Making Marie Kondo’s Methods Work for You

How To Get Your Children OrganizedUnderstanding that young people must find their own methods of organization does not mean that there aren’t wonderful tips to take from Ms. Kondo. For example, her suggestion to organize by groups of items is great. If you have a teenage daughter and a garage full of athletic equipment, what better way to spend a Saturday morning than sorting her stuff into four piles: keep, donate, hand-me-down, and toss? Your middle-school-aged son might have loved those Minecraft shirts when he was in fourth grade, but now that he’s 13, his younger cousin might love them more. And how cool would it be if, as a coach or teacher, you challenged your team or your homeroom to a “cleaning spree” over the weekend, with donations going to a local charity?

But children and teenagers often have trouble telling the difference between something that brings them joy in the present (and that they can use!) and something that holds a fond memory. Yes, that baseball bat may be too small—but, Dad, remember when it hit the winning home run? Sure, I don’t use those old binders anymore—but, Mom, remember when Ms. Tatsch gave me an A on that project?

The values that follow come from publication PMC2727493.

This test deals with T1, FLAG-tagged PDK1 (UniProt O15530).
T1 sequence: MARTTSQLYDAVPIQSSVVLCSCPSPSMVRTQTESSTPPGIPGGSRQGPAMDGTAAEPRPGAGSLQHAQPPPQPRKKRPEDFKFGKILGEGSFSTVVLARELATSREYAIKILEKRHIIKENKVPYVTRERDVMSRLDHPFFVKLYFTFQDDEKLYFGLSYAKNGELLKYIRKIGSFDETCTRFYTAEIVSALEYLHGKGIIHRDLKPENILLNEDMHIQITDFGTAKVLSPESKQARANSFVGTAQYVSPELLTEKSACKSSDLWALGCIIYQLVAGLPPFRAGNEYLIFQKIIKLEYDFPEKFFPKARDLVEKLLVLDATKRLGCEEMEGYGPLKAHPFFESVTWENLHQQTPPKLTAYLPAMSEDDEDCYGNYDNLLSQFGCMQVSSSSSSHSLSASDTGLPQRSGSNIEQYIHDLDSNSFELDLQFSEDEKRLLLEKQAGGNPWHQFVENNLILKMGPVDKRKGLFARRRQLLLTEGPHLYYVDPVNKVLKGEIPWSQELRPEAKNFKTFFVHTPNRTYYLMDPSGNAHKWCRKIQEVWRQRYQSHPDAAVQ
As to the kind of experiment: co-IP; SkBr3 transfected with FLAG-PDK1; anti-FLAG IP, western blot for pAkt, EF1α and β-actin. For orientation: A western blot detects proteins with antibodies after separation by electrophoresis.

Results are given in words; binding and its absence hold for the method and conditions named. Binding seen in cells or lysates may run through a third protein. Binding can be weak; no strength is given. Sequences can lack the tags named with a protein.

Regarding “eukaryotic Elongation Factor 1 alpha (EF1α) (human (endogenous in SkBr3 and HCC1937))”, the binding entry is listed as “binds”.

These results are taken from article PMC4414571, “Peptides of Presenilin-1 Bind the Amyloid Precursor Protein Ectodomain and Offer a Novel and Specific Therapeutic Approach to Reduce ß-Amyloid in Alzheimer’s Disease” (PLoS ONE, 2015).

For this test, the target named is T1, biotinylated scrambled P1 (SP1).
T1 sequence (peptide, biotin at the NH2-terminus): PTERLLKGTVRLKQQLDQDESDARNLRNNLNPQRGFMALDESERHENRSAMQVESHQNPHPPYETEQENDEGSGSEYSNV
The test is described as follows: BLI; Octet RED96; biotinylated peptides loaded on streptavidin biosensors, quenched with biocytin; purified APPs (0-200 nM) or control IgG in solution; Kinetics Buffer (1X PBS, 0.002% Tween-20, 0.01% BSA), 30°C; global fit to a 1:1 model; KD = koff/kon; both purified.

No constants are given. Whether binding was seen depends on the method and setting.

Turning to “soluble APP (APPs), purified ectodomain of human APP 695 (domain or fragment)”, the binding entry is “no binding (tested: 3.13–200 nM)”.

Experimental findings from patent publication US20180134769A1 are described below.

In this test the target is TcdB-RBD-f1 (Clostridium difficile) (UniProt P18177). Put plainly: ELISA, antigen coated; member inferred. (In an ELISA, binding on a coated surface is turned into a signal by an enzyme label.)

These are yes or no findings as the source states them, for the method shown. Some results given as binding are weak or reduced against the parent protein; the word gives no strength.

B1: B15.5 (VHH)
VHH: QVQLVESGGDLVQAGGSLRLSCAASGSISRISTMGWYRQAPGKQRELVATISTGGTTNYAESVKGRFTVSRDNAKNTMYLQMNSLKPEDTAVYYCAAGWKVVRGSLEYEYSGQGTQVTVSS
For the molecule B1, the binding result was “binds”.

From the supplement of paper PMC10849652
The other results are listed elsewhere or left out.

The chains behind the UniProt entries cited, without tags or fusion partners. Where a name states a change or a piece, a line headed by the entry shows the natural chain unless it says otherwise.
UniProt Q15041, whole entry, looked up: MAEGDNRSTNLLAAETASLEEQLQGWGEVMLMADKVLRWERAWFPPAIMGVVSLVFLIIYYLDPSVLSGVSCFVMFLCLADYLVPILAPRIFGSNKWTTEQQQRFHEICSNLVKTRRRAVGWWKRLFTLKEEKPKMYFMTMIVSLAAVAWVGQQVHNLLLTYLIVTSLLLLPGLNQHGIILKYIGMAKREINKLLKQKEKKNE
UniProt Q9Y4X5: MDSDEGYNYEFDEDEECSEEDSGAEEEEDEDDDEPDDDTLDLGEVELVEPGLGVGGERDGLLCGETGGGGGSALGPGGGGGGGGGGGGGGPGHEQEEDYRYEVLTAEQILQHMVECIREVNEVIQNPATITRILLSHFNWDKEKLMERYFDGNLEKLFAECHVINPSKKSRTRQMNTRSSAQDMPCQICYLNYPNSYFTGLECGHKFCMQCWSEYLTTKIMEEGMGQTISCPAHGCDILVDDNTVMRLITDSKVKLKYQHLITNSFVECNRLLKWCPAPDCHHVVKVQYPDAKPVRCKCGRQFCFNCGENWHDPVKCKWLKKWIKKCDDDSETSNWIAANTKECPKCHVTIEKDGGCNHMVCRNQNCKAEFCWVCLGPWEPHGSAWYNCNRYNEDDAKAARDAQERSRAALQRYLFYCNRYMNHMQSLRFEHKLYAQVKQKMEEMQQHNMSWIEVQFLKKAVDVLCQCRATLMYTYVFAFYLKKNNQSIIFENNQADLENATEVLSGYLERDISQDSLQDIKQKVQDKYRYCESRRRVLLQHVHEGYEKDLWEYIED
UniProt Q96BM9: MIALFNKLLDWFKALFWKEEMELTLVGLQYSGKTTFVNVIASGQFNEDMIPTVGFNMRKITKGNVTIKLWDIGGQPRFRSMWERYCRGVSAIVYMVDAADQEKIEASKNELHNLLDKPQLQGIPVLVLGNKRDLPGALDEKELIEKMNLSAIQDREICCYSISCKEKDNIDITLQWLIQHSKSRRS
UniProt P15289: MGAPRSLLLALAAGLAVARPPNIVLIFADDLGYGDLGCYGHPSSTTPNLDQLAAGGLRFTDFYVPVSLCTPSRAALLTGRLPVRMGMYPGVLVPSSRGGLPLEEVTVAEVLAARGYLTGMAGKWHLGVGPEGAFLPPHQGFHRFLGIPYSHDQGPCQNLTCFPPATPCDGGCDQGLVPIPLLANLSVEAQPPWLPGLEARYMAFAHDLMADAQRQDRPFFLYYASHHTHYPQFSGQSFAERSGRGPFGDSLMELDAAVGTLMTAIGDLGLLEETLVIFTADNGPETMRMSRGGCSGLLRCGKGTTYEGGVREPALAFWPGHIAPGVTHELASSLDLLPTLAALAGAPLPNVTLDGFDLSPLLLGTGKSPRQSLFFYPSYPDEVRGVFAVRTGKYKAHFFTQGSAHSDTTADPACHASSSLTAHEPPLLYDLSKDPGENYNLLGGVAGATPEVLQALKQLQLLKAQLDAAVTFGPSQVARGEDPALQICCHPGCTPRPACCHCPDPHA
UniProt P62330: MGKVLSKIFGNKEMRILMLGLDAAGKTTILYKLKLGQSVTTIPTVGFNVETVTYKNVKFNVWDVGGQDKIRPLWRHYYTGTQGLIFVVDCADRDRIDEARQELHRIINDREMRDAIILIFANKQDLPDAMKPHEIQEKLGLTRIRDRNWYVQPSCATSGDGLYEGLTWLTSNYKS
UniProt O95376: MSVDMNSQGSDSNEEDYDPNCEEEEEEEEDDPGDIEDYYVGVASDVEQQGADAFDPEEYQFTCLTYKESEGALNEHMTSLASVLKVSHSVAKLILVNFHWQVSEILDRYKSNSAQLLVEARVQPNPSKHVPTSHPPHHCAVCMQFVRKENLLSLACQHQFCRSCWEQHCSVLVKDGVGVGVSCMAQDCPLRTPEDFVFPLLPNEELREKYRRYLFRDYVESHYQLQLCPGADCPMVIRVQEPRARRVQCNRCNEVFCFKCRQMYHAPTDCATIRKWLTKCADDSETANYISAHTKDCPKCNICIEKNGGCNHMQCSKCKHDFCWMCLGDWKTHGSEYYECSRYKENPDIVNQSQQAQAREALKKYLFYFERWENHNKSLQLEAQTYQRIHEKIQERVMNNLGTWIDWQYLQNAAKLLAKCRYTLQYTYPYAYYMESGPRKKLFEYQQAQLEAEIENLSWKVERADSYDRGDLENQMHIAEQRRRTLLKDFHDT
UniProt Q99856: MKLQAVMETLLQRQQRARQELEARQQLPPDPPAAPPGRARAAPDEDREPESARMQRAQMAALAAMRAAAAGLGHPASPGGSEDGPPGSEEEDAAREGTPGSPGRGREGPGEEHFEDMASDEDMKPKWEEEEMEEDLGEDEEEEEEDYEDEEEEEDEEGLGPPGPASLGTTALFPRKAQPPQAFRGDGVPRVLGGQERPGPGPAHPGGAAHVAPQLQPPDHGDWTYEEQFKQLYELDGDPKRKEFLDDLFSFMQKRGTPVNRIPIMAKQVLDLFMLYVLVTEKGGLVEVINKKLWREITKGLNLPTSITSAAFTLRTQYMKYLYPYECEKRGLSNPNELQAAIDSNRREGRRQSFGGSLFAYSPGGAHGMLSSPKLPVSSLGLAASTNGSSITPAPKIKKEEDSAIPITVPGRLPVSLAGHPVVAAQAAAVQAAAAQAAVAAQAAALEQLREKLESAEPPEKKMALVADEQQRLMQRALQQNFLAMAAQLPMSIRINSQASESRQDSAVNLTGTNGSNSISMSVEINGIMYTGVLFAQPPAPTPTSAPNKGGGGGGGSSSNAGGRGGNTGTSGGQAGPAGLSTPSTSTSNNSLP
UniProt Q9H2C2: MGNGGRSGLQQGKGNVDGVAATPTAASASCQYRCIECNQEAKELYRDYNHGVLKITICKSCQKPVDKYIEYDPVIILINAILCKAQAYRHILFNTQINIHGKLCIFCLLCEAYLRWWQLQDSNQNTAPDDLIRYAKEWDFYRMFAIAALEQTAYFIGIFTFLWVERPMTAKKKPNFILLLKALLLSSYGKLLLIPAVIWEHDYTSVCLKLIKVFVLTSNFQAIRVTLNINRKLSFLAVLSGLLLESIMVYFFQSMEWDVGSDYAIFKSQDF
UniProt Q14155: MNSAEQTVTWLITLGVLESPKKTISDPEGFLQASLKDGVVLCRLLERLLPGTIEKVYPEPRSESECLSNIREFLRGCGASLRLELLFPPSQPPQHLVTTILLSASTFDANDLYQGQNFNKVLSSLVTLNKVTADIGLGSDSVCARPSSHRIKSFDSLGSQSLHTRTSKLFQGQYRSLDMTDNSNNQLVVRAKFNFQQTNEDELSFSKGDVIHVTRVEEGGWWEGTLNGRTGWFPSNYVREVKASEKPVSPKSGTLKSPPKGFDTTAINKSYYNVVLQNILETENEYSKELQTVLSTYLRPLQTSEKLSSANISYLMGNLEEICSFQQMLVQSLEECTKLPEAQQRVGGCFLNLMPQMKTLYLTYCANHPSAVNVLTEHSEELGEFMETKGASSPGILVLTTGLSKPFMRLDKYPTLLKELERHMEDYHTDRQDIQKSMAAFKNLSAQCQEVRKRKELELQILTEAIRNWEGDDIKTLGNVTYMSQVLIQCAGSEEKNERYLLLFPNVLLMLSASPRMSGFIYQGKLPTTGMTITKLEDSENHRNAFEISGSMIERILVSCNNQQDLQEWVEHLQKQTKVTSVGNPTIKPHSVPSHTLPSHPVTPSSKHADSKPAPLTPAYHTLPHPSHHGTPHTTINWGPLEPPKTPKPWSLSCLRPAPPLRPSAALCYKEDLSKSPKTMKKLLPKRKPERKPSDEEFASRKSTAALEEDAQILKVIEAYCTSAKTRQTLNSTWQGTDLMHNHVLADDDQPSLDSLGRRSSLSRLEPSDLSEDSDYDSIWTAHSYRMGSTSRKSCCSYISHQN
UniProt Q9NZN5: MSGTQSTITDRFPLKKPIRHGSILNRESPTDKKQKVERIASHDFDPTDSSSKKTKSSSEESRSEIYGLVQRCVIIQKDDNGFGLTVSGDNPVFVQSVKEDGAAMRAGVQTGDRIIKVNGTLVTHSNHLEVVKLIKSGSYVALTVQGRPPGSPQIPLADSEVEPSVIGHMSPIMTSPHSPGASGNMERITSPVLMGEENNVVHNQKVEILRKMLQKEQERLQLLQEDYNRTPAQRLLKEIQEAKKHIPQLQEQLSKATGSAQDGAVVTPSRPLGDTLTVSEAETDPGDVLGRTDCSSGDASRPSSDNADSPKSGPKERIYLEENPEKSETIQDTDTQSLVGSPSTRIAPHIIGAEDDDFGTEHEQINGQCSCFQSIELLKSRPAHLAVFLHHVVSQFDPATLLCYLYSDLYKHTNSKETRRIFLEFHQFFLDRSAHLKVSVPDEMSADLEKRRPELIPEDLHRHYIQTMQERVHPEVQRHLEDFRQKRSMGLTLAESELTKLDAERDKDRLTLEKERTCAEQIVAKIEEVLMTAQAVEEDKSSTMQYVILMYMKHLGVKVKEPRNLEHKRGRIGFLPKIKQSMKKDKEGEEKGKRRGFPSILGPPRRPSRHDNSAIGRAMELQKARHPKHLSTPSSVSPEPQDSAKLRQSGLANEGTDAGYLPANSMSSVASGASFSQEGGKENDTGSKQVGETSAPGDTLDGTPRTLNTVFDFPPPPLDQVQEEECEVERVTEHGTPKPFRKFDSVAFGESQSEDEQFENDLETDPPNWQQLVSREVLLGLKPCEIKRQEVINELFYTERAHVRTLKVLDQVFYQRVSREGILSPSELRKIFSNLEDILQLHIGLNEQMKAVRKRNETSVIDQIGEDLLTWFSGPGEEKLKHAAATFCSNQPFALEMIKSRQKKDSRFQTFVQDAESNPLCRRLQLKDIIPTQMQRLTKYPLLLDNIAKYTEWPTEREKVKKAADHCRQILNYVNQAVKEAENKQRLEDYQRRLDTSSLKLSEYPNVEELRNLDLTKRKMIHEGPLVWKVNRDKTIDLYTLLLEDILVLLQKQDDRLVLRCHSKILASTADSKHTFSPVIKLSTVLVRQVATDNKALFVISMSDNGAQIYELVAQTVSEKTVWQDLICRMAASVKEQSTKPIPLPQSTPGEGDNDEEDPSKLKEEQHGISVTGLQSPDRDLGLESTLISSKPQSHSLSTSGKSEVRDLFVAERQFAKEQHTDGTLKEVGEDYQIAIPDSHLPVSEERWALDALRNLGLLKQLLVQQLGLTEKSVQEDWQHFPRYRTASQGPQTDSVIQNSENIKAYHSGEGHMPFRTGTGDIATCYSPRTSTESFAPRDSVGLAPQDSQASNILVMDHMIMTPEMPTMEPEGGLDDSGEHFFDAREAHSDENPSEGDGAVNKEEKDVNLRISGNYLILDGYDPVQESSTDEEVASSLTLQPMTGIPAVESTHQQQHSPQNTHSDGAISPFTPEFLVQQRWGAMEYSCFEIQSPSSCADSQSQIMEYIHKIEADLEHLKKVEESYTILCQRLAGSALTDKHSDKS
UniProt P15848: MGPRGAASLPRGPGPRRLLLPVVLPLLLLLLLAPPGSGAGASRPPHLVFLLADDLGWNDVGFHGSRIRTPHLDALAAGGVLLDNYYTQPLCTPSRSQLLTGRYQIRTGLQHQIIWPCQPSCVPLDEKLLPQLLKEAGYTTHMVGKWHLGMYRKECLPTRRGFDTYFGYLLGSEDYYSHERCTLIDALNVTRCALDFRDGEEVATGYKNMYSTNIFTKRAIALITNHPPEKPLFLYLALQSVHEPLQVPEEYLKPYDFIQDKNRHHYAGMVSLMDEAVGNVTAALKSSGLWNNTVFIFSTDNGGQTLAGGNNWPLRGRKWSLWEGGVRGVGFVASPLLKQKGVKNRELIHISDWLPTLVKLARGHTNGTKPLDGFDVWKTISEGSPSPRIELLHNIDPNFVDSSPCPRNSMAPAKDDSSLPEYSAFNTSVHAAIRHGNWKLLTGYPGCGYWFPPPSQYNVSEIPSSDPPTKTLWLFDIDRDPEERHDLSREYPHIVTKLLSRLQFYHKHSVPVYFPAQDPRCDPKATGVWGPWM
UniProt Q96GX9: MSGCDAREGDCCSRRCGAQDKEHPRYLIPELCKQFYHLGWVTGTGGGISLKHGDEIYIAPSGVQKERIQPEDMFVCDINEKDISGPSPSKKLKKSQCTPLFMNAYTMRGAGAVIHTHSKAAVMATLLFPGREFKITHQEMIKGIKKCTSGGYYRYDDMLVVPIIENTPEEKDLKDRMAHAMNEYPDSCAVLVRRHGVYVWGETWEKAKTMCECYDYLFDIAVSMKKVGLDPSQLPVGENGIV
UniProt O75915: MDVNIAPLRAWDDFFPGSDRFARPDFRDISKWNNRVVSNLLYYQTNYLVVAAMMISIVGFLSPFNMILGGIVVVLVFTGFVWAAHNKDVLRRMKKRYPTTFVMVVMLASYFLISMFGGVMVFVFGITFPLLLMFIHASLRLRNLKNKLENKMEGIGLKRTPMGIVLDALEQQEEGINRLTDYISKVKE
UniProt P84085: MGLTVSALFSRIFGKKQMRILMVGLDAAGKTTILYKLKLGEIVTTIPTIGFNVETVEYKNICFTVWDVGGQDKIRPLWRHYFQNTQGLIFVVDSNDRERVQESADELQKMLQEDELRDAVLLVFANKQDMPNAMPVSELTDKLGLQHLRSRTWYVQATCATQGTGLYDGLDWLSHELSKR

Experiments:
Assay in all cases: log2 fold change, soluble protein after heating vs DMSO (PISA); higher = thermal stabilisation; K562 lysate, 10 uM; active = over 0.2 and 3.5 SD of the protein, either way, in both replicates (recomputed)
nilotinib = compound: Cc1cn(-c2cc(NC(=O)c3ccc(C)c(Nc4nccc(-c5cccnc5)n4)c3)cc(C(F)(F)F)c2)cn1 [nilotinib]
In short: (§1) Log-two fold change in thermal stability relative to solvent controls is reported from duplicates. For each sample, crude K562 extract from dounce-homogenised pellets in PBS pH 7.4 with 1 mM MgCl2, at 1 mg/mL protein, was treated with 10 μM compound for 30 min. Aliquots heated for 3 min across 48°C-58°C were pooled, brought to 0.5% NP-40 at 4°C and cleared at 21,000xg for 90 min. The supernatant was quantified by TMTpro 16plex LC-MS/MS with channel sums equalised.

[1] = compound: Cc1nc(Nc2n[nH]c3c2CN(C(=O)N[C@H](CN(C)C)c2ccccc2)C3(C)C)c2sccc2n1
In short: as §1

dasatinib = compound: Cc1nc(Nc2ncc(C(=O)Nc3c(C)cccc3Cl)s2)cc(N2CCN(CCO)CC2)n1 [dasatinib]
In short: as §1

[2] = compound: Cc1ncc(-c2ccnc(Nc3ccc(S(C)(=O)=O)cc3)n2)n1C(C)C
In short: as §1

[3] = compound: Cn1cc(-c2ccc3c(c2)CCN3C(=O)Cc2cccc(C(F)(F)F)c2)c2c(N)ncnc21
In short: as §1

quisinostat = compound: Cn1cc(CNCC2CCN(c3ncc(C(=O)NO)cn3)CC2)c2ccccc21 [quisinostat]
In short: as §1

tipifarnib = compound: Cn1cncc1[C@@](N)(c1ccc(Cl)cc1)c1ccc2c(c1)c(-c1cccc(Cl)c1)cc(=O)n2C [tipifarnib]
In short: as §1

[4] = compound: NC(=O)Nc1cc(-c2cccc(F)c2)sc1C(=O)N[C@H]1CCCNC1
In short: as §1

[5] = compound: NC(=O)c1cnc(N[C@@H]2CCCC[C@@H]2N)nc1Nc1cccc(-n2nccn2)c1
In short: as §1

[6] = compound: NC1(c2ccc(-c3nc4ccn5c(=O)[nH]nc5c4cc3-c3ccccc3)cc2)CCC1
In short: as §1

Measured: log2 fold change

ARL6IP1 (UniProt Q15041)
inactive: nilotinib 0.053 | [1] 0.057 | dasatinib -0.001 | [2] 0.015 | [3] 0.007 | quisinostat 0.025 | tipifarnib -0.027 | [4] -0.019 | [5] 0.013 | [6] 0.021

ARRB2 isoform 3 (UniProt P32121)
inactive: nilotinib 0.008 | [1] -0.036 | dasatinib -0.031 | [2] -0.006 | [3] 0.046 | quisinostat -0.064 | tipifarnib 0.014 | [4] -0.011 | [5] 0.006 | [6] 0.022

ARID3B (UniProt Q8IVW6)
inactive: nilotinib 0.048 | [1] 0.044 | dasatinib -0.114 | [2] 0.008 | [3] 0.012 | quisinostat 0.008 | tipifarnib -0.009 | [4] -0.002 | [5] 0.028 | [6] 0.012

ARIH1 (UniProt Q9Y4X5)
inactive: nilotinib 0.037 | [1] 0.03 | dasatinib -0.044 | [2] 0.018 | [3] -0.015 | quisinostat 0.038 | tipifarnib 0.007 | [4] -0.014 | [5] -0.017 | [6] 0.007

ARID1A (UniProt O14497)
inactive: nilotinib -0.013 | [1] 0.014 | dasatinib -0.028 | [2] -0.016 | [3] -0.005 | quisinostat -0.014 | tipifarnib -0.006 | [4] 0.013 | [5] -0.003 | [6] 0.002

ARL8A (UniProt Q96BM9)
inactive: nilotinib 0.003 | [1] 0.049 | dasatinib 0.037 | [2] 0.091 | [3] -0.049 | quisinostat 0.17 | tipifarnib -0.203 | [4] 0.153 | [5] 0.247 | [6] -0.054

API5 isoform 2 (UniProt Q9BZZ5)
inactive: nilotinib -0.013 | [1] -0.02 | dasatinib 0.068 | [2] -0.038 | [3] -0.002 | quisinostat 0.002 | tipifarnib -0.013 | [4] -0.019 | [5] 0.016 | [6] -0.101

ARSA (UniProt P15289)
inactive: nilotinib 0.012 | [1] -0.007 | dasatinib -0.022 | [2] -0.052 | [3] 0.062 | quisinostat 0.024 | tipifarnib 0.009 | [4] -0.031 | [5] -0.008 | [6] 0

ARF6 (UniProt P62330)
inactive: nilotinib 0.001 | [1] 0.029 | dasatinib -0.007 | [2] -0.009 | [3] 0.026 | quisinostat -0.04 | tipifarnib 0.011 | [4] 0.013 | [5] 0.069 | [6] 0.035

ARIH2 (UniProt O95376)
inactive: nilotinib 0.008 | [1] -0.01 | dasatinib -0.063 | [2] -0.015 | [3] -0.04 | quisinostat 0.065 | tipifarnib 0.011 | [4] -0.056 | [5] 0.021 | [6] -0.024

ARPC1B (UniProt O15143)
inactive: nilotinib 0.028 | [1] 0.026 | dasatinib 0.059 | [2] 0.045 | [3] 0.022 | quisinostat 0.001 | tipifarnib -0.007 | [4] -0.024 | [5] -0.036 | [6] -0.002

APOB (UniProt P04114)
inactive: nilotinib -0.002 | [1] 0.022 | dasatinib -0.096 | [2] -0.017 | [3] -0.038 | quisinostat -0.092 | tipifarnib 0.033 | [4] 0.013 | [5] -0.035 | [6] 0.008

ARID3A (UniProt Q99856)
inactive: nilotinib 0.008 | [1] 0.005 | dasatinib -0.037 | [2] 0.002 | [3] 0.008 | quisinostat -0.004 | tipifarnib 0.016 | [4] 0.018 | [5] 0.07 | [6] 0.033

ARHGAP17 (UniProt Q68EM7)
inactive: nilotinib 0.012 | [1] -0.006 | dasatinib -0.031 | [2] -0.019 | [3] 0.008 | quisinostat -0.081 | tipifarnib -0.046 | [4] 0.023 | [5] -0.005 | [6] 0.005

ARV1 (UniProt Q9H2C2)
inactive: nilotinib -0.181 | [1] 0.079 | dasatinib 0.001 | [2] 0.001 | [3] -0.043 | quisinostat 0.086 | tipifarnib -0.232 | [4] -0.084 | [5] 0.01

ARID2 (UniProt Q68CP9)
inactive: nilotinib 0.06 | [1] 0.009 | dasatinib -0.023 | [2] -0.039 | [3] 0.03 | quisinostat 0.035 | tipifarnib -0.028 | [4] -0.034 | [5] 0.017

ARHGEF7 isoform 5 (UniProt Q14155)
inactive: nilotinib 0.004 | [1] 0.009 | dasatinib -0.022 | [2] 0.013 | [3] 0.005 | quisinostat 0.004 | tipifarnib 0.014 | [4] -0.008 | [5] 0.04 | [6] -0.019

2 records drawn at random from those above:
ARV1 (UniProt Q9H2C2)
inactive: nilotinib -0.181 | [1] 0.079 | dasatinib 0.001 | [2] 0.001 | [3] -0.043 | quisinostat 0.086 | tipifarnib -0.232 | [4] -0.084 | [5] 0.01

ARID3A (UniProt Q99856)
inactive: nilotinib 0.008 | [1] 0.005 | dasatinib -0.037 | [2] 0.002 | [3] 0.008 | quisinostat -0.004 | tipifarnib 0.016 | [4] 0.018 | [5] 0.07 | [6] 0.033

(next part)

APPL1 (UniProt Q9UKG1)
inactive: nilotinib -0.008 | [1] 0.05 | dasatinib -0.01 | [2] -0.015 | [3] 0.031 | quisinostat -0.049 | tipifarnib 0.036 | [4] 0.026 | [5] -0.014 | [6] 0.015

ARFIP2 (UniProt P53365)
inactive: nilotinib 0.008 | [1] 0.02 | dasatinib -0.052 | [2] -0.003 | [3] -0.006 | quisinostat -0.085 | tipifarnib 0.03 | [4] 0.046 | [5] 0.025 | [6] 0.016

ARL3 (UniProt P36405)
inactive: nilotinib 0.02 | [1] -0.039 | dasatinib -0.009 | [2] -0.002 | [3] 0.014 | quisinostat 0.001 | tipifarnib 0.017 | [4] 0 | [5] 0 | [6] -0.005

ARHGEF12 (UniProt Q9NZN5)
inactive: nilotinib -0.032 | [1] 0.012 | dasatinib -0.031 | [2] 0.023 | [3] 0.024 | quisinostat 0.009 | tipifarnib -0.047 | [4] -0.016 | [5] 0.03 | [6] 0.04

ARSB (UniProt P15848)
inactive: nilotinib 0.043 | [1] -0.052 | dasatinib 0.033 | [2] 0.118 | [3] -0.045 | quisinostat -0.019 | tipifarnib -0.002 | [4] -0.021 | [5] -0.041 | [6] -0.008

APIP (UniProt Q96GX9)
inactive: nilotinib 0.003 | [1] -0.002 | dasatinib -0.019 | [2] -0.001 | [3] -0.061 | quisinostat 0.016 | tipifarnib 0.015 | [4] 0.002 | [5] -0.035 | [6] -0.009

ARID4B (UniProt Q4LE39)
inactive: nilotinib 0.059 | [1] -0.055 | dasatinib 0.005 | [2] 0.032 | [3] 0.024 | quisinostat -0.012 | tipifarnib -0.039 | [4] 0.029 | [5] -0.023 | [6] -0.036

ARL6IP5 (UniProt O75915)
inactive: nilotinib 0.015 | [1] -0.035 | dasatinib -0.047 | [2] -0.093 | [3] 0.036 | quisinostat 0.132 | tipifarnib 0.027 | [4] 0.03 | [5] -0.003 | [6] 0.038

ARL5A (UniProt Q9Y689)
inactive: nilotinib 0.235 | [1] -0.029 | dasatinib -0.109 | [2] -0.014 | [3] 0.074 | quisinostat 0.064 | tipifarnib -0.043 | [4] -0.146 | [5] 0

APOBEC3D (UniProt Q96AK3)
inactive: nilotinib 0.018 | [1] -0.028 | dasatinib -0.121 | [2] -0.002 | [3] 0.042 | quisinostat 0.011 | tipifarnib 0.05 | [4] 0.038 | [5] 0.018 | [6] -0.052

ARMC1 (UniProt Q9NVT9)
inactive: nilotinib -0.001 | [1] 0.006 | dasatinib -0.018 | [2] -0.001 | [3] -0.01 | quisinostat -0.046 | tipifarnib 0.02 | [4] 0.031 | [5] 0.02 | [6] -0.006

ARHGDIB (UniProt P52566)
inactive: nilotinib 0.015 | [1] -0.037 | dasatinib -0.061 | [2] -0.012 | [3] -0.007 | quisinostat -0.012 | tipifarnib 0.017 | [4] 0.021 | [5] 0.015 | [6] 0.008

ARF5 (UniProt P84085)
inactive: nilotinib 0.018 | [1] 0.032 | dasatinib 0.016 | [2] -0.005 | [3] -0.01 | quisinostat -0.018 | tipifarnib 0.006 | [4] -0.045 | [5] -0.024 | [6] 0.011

When confronted with these difficult (but honest) questions, it can be very easy to give in to avoid an argument. But, when we’re all drowning in stuff, “giving in” isn’t a viable option. Instead, I’d suggest using that item as the beginning of a conversation: “I know that bat is really special to you. But it takes up space in the basket, and someone else might love it. Can we come up with another way to remember that game?” Most of our children live their lives online these days—a photograph of that bat or that binder (posted to Instagram, of course!) would preserve the memory and provide the physical and mental space to grow. (I’m also a huge fan of repurposing items as pieces of art—and what a great project for a rainy day!)